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Studies have indicated a correlation between the onset of asthmatic episodes and a rise in exhaled breath temperature. Studies have been initiated to further clarify and quantify this relationship. The device is currently in the published phase of its PCT patent application, with national patents currently being prosecuted in all relevant markets.

During the last decades of the past century the concept of airway inflammation as underlying feature of asthma has became the basis of our understanding and management of this chronic disease. This came as a result of invasive methods of investigation (bronchoscopy with alveolar lavage and biopsy), and was further reinforced by non-invasive methods like sputum analysis, measurement of nitrogen oxide in the exhaled breath, measurement of inflammation mediators in exhaled breath condensates. However, these methods are time consuming, expensive and difficult to standardize.

Inflammation is a universal pathological reaction and is characterized among other things by increased heat production / higher temperature. The question stays whether the inflamed lung airways contribution to the overall exhaled breath temperature can be detected and differentiated by the “white noise” of confounding factors. Paredi et al. (1) and Piacentini et al. (2) have measured the temperature of the exhaled breath of subjects while measuring their level of the exhaled nitric oxide used temperature sensors in front of their mouths. This approach to measure exhaled breath temperature is rather sophisticated and difficult to standardize, but still the authors have found an association between the amount of the exhaled nitrogen oxide and the features of the temperature of the exhaled air.

We have managed to gather data on the exhaled breath temperature of healthy volunteers and asthmatics.

1. We measured the repeatability of exhaled breath measurements of in 11 healthy volunteers at the same time on consecutive days using repeated measures analysis. The intra item correlation turned out to be excellent (≈0.99). Its correlation with atrial (ear) and axillar temperature was low, suggesting that it is measuring a different and more consistent physiological variable (Table 1).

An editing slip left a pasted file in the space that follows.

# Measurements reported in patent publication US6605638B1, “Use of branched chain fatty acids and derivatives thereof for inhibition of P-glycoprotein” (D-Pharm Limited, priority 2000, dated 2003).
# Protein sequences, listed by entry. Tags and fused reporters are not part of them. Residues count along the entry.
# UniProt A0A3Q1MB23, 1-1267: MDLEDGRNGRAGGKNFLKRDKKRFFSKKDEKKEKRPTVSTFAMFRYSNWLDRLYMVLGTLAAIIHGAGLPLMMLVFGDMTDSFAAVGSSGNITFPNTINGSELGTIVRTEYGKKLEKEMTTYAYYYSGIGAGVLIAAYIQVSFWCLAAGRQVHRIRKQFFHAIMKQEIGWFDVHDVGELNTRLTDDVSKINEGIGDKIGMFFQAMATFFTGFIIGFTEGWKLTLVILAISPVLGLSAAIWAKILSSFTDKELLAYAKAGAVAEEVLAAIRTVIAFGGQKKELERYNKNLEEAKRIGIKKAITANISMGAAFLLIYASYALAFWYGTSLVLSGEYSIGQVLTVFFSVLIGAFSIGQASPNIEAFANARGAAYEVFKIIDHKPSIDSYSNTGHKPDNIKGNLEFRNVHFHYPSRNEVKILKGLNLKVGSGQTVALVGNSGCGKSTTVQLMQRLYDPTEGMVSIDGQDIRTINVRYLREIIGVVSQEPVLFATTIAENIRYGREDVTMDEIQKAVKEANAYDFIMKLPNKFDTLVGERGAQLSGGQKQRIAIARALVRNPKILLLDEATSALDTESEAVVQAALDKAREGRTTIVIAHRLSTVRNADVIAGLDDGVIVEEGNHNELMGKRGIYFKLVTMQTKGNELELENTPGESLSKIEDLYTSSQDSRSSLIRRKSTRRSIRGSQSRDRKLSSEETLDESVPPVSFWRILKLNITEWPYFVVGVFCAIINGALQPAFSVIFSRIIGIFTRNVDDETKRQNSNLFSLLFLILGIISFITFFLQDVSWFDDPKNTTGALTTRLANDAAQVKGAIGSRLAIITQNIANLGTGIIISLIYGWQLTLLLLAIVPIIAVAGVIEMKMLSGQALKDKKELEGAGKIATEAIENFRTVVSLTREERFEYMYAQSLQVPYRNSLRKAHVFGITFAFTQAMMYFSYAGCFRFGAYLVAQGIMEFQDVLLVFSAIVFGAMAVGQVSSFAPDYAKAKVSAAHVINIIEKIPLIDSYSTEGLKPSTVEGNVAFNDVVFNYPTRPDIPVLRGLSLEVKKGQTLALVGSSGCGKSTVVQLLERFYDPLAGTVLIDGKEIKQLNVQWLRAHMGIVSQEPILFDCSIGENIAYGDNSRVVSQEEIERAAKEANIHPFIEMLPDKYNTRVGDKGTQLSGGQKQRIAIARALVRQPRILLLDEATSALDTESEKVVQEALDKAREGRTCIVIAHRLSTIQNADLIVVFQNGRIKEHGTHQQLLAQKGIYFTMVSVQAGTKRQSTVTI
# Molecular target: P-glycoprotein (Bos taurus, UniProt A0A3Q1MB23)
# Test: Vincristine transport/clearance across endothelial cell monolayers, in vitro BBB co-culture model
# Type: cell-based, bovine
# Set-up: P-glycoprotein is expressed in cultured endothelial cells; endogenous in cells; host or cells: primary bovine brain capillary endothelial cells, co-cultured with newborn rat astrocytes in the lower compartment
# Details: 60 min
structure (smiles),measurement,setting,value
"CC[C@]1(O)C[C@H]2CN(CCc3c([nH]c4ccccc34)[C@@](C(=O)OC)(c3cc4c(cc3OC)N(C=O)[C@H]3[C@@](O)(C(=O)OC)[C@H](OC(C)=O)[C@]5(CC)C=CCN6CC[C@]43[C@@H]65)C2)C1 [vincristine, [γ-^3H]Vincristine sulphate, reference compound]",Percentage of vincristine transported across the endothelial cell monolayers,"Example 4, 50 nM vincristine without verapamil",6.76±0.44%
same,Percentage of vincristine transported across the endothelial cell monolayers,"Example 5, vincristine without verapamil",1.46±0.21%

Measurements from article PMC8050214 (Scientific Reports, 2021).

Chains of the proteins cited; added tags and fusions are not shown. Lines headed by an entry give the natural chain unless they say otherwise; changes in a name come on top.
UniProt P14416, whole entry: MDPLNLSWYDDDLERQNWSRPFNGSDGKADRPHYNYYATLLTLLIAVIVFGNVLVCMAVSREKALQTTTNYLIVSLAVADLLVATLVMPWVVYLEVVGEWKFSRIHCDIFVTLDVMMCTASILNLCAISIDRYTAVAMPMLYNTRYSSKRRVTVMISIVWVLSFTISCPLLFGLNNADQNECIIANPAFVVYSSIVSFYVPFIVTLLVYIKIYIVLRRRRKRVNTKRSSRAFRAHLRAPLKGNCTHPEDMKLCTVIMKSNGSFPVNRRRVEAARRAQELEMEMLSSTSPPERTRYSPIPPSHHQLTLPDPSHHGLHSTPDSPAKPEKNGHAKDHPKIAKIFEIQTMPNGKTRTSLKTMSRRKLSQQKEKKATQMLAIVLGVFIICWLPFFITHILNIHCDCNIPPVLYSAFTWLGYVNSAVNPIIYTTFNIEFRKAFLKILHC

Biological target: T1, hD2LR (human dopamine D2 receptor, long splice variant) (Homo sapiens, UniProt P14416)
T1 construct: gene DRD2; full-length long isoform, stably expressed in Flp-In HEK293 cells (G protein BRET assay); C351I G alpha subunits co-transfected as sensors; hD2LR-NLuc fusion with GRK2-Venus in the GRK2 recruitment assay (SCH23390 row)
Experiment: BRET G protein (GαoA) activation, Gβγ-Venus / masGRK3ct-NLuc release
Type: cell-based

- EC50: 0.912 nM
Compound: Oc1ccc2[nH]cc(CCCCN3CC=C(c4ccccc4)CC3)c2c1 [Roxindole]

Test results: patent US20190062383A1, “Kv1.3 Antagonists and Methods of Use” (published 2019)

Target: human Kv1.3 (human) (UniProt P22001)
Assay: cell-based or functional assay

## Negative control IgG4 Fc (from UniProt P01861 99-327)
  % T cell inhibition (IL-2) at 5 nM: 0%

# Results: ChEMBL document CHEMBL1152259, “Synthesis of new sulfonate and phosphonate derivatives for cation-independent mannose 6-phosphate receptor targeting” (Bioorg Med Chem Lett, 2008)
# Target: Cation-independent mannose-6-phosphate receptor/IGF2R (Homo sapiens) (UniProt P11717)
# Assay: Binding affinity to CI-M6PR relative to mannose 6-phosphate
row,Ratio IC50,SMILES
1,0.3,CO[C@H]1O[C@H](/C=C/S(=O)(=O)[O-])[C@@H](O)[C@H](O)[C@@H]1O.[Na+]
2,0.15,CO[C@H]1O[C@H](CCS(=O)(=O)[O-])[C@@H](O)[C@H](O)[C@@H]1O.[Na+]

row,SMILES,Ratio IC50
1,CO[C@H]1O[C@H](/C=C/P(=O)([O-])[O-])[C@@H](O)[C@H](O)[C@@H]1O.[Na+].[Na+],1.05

Table 1: Reliability Statistics
Common Mean
34,104
Common Variance
1,418
True Variance
1,407
Error Variance
,011
Common Inter-Item Correlation
,991
Reliability of Scale
,996
Reliability of Scale (Unbiased)
,997


2. We also compared the morning exhaled breath temperature of 19 asthmatics and 17 non-asthmatics by independent samples t-test (Figure 1). There was a difference between the exhaled air temperature of asthmatics (mean 34.41 ± s.e.m. 0.27°C) and controls (35.02 ± 0.21°C), but there was considerable overlap (p=0.081). It should be stated that most of the asthmatics studied were relatively well controlled on inhaled corticosteroids.

Figure 1

There was a significant difference between the exhaled air temperature of asthmatics before (mean 35,33 ± s.e.m. 0.17°C) and after improvement under anti-inflammatory treatment (34,64 ± 0.21°C), (p=0.000). (Figure 2).

Figure 2


Conclusions
The device we constructed can measure the temperature of exhaled air in human subjects in a simple and acceptable non-invasive and user-friendly way. Further experiments are warranted to find out if it can be applied as individual device for asthmatics to assess the degree of control of their airway inflammation. Studies in other lung diseases may provide support about the validity and usefulness of the method in chronic and infectious pulmonary diseases.

References
Paredi P, Kharitonov SA, Barnes PJ. Faster rise of exhaled breath temperature in asthma: a novel marker of airway inflammation? Am J Respir Crit Care Med 2001; 165: 181184.

Piacentini GL, Bodini A, Zerman L, et al. Relationship between exhaled air temperature and exhaled nitric oxide in childhood asthma. Eur Respir J 2002; 20: 108111.